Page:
Take the attacks of September 11, 2001 and the subsequent anthrax attacks. They too were wrapped in propaganda from day one that has been reinforced since, resulting in the social habit shared by the majority that Osama bin Laden and nineteen Arab hijackers planned and carried out the attacks. This propaganda supported the U.S. invasion of Iraq and the so-called war on terror that has never ended, the destruction of Libya, Afghanistan, the ongoing war against Syria, the aggression toward China, and the U.S. war against Russia, to name the most obvious. And it ushered in twenty-one years and counting of the squelching of civil liberties, government censorship, and surveillance. All this with no mass resistance from a population lost in the taken-for-granted world of mind control. Their minds cluttered with lies.
Take the Covid pandemic propaganda that introduced the New Normal in March 2020 and continues today. Destroying small businesses, crippling the economies, fattening up the elites and the wealthiest classes and corporations, injecting millions with untested mRNA so-called vaccines, this diabolical Big Lie has accustomed people to accepting further restrictions on their natural rights under the guise of protecting their health while severely damaging their health. Despite the fact that all the official claims have been proven false, the fear of death and disease, promoted for many years, has dramatically entered into the social bloodstream and additional censorship of dissenting voices has been embraced.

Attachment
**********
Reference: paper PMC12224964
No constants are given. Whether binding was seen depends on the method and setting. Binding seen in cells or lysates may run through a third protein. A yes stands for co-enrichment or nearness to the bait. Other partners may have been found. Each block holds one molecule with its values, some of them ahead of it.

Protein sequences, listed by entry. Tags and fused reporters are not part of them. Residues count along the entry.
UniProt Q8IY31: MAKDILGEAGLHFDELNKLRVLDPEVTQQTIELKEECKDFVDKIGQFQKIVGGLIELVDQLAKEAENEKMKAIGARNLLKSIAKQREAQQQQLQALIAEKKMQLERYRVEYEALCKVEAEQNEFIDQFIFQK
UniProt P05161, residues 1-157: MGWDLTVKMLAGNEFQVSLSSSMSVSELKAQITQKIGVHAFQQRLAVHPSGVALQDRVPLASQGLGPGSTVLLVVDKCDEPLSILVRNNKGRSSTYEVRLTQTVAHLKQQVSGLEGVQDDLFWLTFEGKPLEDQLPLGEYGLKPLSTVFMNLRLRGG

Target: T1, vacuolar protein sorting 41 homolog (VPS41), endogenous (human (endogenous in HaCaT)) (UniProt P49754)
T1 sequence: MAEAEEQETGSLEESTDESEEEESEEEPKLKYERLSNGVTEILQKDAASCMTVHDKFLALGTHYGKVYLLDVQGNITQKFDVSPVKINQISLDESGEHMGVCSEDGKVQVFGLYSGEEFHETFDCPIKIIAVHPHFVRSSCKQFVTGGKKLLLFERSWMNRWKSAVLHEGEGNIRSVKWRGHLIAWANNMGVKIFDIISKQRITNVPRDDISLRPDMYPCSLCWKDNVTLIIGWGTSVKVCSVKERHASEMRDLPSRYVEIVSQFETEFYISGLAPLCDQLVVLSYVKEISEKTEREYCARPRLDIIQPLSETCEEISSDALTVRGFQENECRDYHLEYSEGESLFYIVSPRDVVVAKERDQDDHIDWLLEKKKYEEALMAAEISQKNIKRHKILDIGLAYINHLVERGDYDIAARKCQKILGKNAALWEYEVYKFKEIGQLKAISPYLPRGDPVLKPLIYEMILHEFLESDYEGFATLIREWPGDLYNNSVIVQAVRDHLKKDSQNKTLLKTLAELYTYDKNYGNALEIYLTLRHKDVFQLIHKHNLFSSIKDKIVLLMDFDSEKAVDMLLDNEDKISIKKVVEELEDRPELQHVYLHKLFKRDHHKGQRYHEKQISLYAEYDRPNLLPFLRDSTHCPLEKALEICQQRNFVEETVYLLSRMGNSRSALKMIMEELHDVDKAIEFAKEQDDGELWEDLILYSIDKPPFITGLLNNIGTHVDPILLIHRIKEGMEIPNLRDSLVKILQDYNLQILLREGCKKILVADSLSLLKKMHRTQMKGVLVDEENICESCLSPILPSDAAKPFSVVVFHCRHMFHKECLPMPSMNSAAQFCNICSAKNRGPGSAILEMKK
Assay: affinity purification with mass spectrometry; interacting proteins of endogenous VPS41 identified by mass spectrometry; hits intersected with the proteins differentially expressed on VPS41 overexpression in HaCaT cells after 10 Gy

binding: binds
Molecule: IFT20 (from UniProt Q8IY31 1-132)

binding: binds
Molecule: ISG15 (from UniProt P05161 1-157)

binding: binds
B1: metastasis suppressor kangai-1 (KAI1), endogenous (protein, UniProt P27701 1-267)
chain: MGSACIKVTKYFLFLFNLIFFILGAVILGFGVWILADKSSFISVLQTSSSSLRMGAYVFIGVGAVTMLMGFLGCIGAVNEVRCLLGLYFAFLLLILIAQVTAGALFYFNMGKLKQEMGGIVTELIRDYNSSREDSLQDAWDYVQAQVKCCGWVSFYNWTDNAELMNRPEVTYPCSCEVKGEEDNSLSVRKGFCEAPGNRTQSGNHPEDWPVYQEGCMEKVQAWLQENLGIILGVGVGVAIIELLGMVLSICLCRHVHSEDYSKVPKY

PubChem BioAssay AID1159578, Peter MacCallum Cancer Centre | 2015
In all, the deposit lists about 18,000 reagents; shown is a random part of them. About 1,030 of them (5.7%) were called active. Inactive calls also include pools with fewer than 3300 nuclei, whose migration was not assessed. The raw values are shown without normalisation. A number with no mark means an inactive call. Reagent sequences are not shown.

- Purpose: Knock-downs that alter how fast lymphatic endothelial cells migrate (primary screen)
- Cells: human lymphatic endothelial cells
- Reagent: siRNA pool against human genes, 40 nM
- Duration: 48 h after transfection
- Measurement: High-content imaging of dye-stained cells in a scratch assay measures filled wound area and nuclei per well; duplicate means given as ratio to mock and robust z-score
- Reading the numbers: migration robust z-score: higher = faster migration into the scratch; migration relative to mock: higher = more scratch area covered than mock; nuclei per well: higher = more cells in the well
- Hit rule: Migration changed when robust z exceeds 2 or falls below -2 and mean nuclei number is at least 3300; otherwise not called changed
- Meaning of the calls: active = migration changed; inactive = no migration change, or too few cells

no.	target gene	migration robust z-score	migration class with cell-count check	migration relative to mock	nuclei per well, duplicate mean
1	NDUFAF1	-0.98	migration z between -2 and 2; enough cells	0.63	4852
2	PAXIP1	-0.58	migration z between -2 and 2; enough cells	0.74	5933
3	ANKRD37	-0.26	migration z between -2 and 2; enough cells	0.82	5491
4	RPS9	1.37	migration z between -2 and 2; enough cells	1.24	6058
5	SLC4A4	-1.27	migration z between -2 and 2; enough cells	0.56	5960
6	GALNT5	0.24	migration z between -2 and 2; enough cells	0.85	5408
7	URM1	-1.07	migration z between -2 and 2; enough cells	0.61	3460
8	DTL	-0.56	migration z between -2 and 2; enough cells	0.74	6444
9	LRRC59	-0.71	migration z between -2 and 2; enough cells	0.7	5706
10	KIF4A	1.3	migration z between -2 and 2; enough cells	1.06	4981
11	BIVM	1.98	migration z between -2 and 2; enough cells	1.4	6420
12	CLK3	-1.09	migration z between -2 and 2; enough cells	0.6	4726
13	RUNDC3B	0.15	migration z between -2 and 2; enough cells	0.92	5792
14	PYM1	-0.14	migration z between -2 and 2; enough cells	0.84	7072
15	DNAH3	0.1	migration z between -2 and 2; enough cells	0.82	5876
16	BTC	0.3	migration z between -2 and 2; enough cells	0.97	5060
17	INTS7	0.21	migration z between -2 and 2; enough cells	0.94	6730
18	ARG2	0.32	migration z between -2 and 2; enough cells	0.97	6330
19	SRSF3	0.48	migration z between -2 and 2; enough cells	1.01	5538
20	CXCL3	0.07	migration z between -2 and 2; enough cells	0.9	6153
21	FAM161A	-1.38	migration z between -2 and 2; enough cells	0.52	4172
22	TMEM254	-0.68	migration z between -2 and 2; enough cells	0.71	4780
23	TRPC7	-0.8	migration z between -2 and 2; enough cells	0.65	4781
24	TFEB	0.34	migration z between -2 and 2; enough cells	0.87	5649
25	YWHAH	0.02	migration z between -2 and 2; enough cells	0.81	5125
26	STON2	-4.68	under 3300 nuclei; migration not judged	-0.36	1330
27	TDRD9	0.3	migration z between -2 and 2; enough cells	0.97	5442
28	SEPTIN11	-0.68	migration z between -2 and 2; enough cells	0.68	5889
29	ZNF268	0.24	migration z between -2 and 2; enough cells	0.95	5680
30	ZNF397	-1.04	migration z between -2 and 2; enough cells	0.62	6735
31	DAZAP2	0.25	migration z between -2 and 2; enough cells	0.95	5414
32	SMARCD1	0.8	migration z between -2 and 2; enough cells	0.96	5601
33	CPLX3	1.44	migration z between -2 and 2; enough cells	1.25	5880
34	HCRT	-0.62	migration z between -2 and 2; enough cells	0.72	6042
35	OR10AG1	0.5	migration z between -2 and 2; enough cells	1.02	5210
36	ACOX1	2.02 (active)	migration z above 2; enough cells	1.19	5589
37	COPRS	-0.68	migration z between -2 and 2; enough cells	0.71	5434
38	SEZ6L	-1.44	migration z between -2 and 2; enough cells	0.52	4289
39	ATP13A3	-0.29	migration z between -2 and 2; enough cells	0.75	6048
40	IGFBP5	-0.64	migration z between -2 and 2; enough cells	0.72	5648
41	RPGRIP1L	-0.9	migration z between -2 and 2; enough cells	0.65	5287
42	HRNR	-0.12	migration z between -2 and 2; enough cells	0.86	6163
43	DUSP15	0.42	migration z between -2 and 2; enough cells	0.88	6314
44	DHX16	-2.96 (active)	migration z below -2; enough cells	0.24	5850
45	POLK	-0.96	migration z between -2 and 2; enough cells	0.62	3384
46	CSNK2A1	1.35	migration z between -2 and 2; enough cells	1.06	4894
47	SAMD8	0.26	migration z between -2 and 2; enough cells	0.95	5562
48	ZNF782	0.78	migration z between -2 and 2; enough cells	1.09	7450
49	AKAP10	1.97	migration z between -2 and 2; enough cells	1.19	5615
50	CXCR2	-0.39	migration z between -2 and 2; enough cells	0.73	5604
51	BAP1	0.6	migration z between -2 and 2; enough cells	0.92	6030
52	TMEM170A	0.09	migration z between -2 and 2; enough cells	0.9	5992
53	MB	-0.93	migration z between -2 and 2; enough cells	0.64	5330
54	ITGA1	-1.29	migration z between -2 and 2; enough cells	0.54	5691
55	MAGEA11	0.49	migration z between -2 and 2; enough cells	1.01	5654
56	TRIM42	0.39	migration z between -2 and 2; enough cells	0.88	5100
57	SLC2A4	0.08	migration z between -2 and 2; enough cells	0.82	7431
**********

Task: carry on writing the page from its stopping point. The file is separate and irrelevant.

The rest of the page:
In all these examples and so many more, people’s minds have been slowly and insidiously filled with ideas and distorted facts that are false and controlling, similar to a hoarder’s accretion of objects that can overwhelm them. The propagandists have stuffed them with “things” that can assuage their fear of emptiness and the consequent possibility of being able to think clearly for themselves. Excessive information is the last thing people need, for as C. Wright Mills said sixty years ago, “… in this age of Fact, information often dominates their attention and overwhelms their capacities to assimilate it.”
Ellul describes the modern person thus:
Above all he is a victim of emptiness – he is a man devoid of meaning. He is very busy, but he is emotionally empty, open to all entreaties and in search of only one thing – something to fill his inner void …. He is available and ready to listen to propaganda. He is the lonely man …. For it, propaganda, encompassing Human Relations, is an incomparable remedy. It corresponds to the need to share, to be a member of a community, to lose oneself in a group, to embrace a collective ideology that will end loneliness. Propaganda is the true remedy for loneliness.